Modern French administrations have to pay attention to climate change, if only because the epoch’s most significant climate agreement bears the capital city’s name. And if Macron looks to the east, he'll see Dutch lawmakers having to step up climate action after a legal victory there by campaigners.

In western Europe, those governments not already run by populists are generally struggling to appeal. The UK’s Conservatives have realised that there are votes in them green hills. Holland proves there's damaging legal action in the brown.

With the searing heatwave in recent memory, we can therefore expect 2019 to see continuing public demand for, and thus political interest in, accelerating the clean energy transition.

Oh – and Australia’s Federal Election, probably in May, looks like being quite spicy on the climate change and energy front too.


3. Emissions to rise, but low-carbon structural change to continue

It’s now clear, to the great disappointment of climate scientists and environmental campaigners, that the plateau in global carbon emissions seen earlier in the decade has ended, and emissions are now ticking upwards again. With many of the world’s biggest economies set to post significant growth in 2019, there’s no reason to expect anything else than a further rise in emissions across the year.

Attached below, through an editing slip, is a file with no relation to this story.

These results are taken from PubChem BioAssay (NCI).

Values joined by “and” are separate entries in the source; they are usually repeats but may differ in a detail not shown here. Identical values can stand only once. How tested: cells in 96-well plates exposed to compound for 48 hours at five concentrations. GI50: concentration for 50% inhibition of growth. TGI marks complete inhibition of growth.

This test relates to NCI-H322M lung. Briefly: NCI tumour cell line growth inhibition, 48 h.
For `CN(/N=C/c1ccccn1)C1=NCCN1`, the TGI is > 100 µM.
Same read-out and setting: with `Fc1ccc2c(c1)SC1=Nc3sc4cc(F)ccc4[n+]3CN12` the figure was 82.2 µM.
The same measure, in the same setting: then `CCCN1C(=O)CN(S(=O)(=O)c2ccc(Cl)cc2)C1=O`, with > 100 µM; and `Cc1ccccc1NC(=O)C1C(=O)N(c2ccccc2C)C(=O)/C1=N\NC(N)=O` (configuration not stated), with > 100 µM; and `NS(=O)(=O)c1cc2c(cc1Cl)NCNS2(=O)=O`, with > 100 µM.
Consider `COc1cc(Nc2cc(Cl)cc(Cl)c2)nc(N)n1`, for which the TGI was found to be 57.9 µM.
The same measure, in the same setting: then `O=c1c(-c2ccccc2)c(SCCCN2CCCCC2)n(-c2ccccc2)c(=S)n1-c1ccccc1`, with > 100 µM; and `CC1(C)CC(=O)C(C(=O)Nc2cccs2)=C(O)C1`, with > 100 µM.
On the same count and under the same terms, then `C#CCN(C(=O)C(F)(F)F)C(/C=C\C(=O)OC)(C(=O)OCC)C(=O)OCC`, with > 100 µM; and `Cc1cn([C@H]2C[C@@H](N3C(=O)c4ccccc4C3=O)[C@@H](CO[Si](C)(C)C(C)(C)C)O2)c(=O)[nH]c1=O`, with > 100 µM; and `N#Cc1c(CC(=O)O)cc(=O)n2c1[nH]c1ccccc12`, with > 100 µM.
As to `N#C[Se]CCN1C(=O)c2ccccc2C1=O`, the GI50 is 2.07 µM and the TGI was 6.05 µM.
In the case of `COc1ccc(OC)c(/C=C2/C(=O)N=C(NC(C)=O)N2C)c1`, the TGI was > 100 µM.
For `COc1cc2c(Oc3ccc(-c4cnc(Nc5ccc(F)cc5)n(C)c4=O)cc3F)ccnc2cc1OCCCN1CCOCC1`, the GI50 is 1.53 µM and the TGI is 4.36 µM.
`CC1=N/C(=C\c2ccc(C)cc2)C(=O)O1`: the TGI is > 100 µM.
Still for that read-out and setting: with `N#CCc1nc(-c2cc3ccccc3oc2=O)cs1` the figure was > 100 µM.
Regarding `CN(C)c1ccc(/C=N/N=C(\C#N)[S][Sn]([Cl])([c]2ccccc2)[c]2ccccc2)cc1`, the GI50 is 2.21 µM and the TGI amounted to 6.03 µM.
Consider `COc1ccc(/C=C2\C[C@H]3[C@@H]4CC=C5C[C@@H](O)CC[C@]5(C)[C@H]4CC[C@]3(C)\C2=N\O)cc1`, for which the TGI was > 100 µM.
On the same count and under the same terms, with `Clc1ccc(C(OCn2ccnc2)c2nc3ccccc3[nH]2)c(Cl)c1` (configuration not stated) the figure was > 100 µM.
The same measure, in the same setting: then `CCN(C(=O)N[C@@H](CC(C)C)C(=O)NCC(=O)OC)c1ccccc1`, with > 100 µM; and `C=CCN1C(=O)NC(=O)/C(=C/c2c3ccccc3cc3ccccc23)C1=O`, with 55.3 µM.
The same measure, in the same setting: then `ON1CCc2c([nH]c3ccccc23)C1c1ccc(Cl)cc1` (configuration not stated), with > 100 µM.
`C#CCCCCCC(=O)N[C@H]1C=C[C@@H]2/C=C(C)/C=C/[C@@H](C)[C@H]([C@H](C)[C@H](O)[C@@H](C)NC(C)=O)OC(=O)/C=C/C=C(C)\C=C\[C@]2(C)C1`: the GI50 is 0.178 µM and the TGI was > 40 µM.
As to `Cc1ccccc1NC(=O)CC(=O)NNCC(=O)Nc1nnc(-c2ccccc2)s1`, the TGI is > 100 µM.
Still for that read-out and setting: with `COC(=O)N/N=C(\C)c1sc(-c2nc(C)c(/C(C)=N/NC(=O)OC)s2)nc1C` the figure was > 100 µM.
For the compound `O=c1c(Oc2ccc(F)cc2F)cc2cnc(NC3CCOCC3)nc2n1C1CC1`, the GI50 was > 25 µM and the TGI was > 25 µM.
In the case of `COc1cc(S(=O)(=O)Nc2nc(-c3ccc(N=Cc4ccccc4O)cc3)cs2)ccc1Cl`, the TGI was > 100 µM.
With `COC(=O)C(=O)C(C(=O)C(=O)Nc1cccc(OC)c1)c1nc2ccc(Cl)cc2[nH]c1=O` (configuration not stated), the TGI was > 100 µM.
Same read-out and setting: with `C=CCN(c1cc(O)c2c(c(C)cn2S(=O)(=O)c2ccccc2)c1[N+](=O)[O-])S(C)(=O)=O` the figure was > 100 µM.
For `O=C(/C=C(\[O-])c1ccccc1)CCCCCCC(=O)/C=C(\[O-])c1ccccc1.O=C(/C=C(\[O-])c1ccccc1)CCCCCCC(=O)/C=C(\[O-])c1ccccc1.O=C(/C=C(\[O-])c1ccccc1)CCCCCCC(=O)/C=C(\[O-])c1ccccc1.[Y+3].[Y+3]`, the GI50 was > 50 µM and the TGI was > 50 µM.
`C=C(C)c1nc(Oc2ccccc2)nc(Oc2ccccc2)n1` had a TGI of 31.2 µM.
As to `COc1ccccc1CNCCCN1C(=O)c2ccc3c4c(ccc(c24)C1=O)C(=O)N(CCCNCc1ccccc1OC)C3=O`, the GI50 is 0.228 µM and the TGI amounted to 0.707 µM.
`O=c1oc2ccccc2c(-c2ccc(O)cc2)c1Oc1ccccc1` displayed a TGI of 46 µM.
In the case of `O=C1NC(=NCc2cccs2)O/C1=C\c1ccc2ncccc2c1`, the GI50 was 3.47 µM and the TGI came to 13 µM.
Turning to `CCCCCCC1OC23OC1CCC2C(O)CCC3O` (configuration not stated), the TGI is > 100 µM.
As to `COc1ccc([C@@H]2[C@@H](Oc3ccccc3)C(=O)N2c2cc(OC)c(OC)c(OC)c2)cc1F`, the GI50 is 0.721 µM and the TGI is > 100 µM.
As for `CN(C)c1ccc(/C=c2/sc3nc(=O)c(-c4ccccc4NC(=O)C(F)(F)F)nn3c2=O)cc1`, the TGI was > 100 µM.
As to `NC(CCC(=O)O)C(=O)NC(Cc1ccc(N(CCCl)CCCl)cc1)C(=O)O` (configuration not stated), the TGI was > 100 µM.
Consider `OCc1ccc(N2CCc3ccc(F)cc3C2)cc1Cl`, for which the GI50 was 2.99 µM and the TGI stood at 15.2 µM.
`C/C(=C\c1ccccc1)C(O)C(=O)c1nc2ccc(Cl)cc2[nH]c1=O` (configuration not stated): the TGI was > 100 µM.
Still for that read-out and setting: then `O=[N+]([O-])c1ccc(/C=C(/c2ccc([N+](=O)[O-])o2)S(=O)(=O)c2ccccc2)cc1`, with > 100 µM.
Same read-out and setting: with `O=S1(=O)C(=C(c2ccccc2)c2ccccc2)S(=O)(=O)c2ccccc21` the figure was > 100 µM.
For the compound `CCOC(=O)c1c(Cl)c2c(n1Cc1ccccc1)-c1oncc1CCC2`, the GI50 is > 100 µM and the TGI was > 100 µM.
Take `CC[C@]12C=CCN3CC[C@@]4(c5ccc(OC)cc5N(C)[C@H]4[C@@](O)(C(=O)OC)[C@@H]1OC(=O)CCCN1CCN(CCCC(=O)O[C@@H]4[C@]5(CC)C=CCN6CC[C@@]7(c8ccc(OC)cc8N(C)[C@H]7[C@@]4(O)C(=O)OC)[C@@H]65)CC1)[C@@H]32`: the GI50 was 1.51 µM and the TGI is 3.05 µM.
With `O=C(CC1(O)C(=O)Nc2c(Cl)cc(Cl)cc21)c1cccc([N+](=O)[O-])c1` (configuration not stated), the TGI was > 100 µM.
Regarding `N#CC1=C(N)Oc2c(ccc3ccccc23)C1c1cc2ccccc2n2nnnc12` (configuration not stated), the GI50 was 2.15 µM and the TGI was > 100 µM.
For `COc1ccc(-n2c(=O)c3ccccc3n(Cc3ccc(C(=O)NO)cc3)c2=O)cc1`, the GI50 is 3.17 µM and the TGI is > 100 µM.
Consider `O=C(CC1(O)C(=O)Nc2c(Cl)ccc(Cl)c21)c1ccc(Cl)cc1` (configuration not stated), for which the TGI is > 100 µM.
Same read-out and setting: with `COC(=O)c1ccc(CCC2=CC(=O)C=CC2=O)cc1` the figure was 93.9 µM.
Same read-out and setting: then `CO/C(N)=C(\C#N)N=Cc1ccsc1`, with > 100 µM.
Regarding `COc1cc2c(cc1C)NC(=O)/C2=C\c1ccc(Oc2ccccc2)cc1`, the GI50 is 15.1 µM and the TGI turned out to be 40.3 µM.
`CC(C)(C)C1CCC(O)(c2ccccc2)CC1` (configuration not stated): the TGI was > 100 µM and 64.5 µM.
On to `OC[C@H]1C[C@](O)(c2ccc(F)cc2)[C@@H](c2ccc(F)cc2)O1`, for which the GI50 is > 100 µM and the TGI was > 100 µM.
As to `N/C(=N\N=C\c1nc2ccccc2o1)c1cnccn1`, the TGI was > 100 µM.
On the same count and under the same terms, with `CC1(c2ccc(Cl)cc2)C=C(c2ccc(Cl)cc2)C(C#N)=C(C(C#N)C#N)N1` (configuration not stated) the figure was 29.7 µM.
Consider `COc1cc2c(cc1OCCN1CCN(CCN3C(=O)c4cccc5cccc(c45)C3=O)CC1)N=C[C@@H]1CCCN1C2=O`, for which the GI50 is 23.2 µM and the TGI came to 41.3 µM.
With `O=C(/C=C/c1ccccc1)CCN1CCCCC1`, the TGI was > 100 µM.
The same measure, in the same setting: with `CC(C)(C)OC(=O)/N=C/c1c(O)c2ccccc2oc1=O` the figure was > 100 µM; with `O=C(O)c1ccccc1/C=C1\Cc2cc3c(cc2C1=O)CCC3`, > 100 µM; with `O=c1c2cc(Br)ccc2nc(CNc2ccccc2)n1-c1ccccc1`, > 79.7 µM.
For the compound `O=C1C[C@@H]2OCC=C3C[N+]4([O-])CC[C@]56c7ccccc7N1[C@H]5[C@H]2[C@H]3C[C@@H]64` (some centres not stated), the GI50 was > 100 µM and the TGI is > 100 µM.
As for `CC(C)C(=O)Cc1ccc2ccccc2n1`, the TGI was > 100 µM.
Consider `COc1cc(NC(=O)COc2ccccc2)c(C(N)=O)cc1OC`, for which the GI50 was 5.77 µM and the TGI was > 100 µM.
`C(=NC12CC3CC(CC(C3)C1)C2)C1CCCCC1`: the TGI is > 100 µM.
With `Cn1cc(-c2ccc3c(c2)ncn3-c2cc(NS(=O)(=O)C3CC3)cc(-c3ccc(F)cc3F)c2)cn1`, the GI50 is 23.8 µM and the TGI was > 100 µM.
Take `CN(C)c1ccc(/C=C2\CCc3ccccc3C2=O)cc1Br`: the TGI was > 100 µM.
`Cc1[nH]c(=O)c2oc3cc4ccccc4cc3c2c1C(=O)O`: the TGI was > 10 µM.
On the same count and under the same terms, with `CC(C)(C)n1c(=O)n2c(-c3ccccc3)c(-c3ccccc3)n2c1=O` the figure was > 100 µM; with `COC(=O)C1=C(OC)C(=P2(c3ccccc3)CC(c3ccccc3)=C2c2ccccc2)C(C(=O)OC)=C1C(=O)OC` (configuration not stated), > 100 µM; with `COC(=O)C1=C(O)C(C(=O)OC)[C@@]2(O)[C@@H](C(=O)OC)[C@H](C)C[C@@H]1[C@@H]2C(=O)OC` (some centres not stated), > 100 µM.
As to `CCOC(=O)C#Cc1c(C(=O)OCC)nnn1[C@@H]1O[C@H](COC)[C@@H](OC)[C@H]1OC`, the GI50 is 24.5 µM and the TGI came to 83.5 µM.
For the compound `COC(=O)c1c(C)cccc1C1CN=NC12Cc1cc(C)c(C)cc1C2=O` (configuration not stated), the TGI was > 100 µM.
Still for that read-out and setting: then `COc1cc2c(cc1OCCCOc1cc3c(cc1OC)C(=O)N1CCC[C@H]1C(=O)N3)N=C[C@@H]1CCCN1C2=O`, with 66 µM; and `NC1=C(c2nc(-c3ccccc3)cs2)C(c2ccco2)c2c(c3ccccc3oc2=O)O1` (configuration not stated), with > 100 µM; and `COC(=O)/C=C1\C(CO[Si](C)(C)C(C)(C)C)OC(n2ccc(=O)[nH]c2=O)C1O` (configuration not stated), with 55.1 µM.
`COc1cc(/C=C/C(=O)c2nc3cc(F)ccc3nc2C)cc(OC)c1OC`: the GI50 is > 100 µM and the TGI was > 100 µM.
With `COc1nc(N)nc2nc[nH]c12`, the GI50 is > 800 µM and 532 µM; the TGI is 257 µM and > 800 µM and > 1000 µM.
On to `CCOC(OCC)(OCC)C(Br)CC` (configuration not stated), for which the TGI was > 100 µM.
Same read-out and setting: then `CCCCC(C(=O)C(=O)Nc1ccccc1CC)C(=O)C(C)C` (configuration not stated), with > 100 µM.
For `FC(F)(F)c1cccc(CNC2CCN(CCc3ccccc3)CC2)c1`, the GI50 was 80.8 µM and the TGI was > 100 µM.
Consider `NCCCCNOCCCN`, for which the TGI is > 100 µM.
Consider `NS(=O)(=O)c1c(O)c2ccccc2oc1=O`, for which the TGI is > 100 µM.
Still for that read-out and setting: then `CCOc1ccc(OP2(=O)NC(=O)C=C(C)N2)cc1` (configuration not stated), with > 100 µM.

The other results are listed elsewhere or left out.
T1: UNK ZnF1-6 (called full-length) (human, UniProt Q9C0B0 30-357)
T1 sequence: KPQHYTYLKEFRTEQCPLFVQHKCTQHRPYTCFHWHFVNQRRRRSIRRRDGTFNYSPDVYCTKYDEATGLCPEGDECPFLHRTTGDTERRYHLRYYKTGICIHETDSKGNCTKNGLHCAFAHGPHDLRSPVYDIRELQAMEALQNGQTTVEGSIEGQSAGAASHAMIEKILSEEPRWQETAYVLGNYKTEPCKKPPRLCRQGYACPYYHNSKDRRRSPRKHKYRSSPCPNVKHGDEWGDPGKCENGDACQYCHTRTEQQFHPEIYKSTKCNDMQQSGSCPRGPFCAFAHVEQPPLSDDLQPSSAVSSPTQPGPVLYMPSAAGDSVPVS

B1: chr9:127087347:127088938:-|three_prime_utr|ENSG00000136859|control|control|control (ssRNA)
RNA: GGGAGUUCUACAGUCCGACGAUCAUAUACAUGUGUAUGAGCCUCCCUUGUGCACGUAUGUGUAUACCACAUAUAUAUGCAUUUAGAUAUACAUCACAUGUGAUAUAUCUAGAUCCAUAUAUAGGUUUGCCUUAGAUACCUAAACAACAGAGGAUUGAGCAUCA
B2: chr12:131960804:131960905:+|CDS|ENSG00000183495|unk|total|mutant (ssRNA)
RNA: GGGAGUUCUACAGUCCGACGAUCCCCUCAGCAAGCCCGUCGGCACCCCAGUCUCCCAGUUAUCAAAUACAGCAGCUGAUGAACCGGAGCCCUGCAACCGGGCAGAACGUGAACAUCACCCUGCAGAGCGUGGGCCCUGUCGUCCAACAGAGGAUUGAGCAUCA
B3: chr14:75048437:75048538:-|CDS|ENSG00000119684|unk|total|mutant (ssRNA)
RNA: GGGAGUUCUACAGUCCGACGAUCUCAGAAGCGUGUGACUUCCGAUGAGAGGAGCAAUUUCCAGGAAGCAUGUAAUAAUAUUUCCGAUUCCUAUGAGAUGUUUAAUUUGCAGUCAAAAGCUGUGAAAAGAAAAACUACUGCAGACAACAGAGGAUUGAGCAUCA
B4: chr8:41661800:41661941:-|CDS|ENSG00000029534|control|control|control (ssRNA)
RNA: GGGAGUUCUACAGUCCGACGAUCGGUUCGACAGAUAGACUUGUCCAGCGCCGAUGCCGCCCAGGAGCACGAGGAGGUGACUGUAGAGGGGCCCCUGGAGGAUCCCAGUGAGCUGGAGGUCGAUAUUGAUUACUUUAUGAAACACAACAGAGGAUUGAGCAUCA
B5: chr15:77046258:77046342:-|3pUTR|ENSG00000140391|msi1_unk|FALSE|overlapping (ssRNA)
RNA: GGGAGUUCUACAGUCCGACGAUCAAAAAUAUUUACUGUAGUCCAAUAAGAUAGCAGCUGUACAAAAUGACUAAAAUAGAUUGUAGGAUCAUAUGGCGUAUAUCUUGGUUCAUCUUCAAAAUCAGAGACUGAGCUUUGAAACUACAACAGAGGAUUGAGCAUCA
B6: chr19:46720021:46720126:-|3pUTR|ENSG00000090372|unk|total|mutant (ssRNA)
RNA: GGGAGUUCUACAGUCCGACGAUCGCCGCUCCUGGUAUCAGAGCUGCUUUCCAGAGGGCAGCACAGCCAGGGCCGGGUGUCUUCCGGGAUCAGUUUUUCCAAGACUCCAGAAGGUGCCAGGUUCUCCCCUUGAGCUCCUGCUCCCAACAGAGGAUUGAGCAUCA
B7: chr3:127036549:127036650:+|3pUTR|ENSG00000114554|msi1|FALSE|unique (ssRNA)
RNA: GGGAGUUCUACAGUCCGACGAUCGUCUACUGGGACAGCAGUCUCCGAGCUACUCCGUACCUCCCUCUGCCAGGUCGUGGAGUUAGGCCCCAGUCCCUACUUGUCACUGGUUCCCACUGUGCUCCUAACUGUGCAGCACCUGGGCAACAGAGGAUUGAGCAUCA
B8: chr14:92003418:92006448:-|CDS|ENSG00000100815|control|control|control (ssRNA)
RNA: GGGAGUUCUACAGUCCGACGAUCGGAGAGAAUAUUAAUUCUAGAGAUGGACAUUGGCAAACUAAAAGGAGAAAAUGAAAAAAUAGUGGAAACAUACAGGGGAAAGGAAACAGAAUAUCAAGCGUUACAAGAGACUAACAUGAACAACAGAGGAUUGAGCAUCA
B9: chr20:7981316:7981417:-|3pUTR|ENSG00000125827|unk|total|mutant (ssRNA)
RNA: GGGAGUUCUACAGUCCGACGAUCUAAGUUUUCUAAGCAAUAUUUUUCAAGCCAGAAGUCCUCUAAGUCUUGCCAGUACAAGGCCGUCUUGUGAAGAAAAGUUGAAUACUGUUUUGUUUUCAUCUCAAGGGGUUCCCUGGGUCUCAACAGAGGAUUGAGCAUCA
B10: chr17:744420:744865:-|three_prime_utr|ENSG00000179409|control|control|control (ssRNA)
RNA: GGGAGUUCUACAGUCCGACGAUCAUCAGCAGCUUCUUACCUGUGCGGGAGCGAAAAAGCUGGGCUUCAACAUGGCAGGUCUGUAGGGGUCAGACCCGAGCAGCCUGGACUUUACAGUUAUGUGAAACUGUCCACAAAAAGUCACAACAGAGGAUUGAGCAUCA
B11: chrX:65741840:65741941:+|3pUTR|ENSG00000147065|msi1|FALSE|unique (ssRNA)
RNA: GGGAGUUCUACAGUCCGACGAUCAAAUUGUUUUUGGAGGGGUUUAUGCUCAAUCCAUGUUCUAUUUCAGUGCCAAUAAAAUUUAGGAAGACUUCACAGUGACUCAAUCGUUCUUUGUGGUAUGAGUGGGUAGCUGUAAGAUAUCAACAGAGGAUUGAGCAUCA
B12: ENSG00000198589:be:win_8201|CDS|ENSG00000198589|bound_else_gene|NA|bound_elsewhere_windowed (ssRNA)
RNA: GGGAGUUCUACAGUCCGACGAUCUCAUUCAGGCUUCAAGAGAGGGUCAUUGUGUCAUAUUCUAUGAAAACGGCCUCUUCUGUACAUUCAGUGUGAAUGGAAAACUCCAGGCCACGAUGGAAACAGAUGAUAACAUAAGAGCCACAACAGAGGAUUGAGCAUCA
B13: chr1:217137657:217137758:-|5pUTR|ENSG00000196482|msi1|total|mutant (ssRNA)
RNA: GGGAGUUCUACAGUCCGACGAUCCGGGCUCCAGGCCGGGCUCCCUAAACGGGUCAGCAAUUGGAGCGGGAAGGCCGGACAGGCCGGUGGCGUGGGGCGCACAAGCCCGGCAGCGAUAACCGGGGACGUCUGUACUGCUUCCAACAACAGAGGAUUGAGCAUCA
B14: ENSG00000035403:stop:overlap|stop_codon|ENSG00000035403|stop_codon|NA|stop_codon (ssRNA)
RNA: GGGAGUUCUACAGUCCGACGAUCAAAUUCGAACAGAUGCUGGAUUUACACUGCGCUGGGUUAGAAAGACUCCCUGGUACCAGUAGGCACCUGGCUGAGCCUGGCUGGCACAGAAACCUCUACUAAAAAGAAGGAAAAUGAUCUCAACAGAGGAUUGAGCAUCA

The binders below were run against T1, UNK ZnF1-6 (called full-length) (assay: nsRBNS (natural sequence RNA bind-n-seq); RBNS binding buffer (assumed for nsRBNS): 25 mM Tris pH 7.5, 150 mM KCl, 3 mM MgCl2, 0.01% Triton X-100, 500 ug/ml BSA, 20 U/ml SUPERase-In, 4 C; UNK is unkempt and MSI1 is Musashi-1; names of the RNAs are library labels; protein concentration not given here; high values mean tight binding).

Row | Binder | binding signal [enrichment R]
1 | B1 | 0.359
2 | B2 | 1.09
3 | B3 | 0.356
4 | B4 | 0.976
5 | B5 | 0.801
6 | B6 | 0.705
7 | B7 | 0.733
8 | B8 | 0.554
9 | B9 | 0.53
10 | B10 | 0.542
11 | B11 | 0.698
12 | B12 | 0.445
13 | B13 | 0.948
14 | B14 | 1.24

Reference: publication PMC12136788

Emissions won’t grow as fast as the global economy, showing that decoupling continues. And the reasons are clear for anyone who chooses to look. Renewables undercutting fossil fuelled electricity generation on cost in most countries… investment in renewable generation outstripping fossil fuel spend in the developing world, now, as well as the developed… energy waste being cut in giant economies such as China… electric car uptake passing the 3 million mark… etc etc

So, 2019 is set to continue the paradoxical situation in which fossil fuel use (and thus carbon emissions) rise even as the rationale for using them recedes. Inertia, innit?

The wild card in all this could be a major US-instigated trade war. Rationality indicates that won’t happen. Then again, rationality didn’t indicate Donald Trump.


4. UK to finish burning the 'coal dividend'...

In recent years the UK has been an undoubted world leader in the pace of emission reductions. And in decoupling: in the decade since Parliament passed the Climate Change Act, the UK economy has grown by 12% while emissions fell by 30%. And for those of you who would assume this was down to the exporting of emissions – well, it wasn’t.

Screenshot 2019 01 09 At 11 32 05

The UK is among G20 nations outperforming (red) its Paris Agreement commitment (pink) in terms of cutting carbon intensity. Source: pwc Low-Carbon Economy Index

However… emission cuts lag investment decisions, which in turn lag policy. The majority of UK emission cuts seen in recent years lie in the electricity sector. They are due to falling consumption (some of it stimulated by energy efficiency policies) and the replacement of coal generation by renewables and gas.